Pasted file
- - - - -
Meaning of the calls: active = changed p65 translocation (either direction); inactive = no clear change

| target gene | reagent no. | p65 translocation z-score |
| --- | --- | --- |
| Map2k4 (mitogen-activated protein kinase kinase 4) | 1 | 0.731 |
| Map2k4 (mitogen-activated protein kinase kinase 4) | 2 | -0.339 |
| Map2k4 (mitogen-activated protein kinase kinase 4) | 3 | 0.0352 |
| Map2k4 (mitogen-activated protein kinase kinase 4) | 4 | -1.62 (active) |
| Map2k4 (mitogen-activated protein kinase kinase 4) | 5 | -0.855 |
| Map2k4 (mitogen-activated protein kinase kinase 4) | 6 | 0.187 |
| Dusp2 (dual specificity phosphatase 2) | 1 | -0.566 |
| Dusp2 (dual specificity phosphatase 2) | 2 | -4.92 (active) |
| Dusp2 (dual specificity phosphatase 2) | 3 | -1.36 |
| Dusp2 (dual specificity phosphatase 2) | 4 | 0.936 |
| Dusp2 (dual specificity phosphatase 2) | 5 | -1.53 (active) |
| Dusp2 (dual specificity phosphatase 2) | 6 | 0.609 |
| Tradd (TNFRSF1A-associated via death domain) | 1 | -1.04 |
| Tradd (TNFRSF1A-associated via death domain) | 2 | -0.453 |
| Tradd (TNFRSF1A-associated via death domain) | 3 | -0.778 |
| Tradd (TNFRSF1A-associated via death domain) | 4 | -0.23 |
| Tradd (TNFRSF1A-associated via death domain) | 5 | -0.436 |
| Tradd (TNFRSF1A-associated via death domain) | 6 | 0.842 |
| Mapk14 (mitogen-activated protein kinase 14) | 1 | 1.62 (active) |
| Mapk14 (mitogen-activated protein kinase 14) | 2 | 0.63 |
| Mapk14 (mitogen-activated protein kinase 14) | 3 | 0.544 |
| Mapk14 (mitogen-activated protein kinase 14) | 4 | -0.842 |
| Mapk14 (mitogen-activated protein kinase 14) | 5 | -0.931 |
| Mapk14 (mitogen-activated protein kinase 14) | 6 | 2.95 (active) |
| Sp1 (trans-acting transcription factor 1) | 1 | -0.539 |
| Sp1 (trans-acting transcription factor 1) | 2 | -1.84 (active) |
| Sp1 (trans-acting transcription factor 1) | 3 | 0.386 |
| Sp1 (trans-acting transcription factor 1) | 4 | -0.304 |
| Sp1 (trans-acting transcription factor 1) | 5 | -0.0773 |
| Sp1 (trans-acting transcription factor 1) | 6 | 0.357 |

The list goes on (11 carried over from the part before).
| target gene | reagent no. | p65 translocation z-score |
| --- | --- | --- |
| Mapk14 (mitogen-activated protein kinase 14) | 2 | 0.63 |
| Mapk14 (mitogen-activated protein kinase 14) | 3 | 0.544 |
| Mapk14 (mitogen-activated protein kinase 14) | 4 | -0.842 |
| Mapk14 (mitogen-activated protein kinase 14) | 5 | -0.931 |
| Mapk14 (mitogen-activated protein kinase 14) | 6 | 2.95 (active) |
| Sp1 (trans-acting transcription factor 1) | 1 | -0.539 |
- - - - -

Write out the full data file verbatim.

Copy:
Meaning of the calls: active = changed p65 translocation (either direction); inactive = no clear change

| target gene | reagent no. | p65 translocation z-score |
| --- | --- | --- |
| Map2k4 (mitogen-activated protein kinase kinase 4) | 1 | 0.731 |
| Map2k4 (mitogen-activated protein kinase kinase 4) | 2 | -0.339 |
| Map2k4 (mitogen-activated protein kinase kinase 4) | 3 | 0.0352 |
| Map2k4 (mitogen-activated protein kinase kinase 4) | 4 | -1.62 (active) |
| Map2k4 (mitogen-activated protein kinase kinase 4) | 5 | -0.855 |
| Map2k4 (mitogen-activated protein kinase kinase 4) | 6 | 0.187 |
| Dusp2 (dual specificity phosphatase 2) | 1 | -0.566 |
| Dusp2 (dual specificity phosphatase 2) | 2 | -4.92 (active) |
| Dusp2 (dual specificity phosphatase 2) | 3 | -1.36 |
| Dusp2 (dual specificity phosphatase 2) | 4 | 0.936 |
| Dusp2 (dual specificity phosphatase 2) | 5 | -1.53 (active) |
| Dusp2 (dual specificity phosphatase 2) | 6 | 0.609 |
| Tradd (TNFRSF1A-associated via death domain) | 1 | -1.04 |
| Tradd (TNFRSF1A-associated via death domain) | 2 | -0.453 |
| Tradd (TNFRSF1A-associated via death domain) | 3 | -0.778 |
| Tradd (TNFRSF1A-associated via death domain) | 4 | -0.23 |
| Tradd (TNFRSF1A-associated via death domain) | 5 | -0.436 |
| Tradd (TNFRSF1A-associated via death domain) | 6 | 0.842 |
| Mapk14 (mitogen-activated protein kinase 14) | 1 | 1.62 (active) |
| Mapk14 (mitogen-activated protein kinase 14) | 2 | 0.63 |
| Mapk14 (mitogen-activated protein kinase 14) | 3 | 0.544 |
| Mapk14 (mitogen-activated protein kinase 14) | 4 | -0.842 |
| Mapk14 (mitogen-activated protein kinase 14) | 5 | -0.931 |
| Mapk14 (mitogen-activated protein kinase 14) | 6 | 2.95 (active) |
| Sp1 (trans-acting transcription factor 1) | 1 | -0.539 |
| Sp1 (trans-acting transcription factor 1) | 2 | -1.84 (active) |
| Sp1 (trans-acting transcription factor 1) | 3 | 0.386 |
| Sp1 (trans-acting transcription factor 1) | 4 | -0.304 |
| Sp1 (trans-acting transcription factor 1) | 5 | -0.0773 |
| Sp1 (trans-acting transcription factor 1) | 6 | 0.357 |

The list goes on (11 carried over from the part before).
| target gene | reagent no. | p65 translocation z-score |
| --- | --- | --- |
| Mapk14 (mitogen-activated protein kinase 14) | 2 | 0.63 |
| Mapk14 (mitogen-activated protein kinase 14) | 3 | 0.544 |
| Mapk14 (mitogen-activated protein kinase 14) | 4 | -0.842 |
| Mapk14 (mitogen-activated protein kinase 14) | 5 | -0.931 |
| Mapk14 (mitogen-activated protein kinase 14) | 6 | 2.95 (active) |
| Sp1 (trans-acting transcription factor 1) | 1 | -0.539 |